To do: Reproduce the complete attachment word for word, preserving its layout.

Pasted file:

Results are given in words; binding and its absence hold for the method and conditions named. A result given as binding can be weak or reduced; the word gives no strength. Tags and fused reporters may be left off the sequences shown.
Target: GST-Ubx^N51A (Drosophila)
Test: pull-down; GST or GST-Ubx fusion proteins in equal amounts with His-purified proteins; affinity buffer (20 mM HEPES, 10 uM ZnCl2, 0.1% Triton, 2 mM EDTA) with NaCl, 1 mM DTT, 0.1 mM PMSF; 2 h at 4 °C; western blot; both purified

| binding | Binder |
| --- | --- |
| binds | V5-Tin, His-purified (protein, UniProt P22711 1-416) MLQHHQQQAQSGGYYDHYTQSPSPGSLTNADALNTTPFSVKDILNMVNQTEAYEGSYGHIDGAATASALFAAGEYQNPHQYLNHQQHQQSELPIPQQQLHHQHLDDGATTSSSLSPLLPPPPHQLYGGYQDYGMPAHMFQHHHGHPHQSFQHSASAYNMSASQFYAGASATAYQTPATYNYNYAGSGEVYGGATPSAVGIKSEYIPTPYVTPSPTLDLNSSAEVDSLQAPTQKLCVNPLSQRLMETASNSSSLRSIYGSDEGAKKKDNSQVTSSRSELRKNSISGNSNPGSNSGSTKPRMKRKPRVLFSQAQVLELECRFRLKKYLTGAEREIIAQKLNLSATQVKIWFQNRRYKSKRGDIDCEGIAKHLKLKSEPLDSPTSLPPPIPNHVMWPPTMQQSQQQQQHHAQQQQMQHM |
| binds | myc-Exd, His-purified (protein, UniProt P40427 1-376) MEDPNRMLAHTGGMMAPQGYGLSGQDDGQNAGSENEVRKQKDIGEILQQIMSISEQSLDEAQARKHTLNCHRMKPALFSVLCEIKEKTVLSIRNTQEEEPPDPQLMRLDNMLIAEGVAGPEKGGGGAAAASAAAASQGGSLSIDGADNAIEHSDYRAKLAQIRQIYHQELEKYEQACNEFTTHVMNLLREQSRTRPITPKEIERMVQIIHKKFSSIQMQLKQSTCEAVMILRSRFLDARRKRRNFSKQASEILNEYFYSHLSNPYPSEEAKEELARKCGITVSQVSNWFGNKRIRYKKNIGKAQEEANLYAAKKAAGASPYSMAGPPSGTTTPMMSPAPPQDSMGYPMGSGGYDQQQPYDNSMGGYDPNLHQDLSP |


Results are given in words; binding and its absence hold for the method and conditions named. A result given as binding can be weak or reduced; the word gives no strength. Tags and fused reporters may be left off the sequences shown.
Target: GST-Ubx^N51A (Drosophila)
Test: pull-down; GST or GST-Ubx fusion proteins in equal amounts with His-purified proteins; affinity buffer (20 mM HEPES, 10 uM ZnCl2, 0.1% Triton, 2 mM EDTA) with NaCl, 1 mM DTT, 0.1 mM PMSF; 2 h at 4 °C; western blot; both purified

| binding | Binder |
| --- | --- |
| binds | V5-Tin, His-purified (protein, UniProt P22711 1-416) MLQHHQQQAQSGGYYDHYTQSPSPGSLTNADALNTTPFSVKDILNMVNQTEAYEGSYGHIDGAATASALFAAGEYQNPHQYLNHQQHQQSELPIPQQQLHHQHLDDGATTSSSLSPLLPPPPHQLYGGYQDYGMPAHMFQHHHGHPHQSFQHSASAYNMSASQFYAGASATAYQTPATYNYNYAGSGEVYGGATPSAVGIKSEYIPTPYVTPSPTLDLNSSAEVDSLQAPTQKLCVNPLSQRLMETASNSSSLRSIYGSDEGAKKKDNSQVTSSRSELRKNSISGNSNPGSNSGSTKPRMKRKPRVLFSQAQVLELECRFRLKKYLTGAEREIIAQKLNLSATQVKIWFQNRRYKSKRGDIDCEGIAKHLKLKSEPLDSPTSLPPPIPNHVMWPPTMQQSQQQQQHHAQQQQMQHM |
| binds | myc-Exd, His-purified (protein, UniProt P40427 1-376) MEDPNRMLAHTGGMMAPQGYGLSGQDDGQNAGSENEVRKQKDIGEILQQIMSISEQSLDEAQARKHTLNCHRMKPALFSVLCEIKEKTVLSIRNTQEEEPPDPQLMRLDNMLIAEGVAGPEKGGGGAAAASAAAASQGGSLSIDGADNAIEHSDYRAKLAQIRQIYHQELEKYEQACNEFTTHVMNLLREQSRTRPITPKEIERMVQIIHKKFSSIQMQLKQSTCEAVMILRSRFLDARRKRRNFSKQASEILNEYFYSHLSNPYPSEEAKEELARKCGITVSQVSNWFGNKRIRYKKNIGKAQEEANLYAAKKAAGASPYSMAGPPSGTTTPMMSPAPPQDSMGYPMGSGGYDQQQPYDNSMGGYDPNLHQDLSP |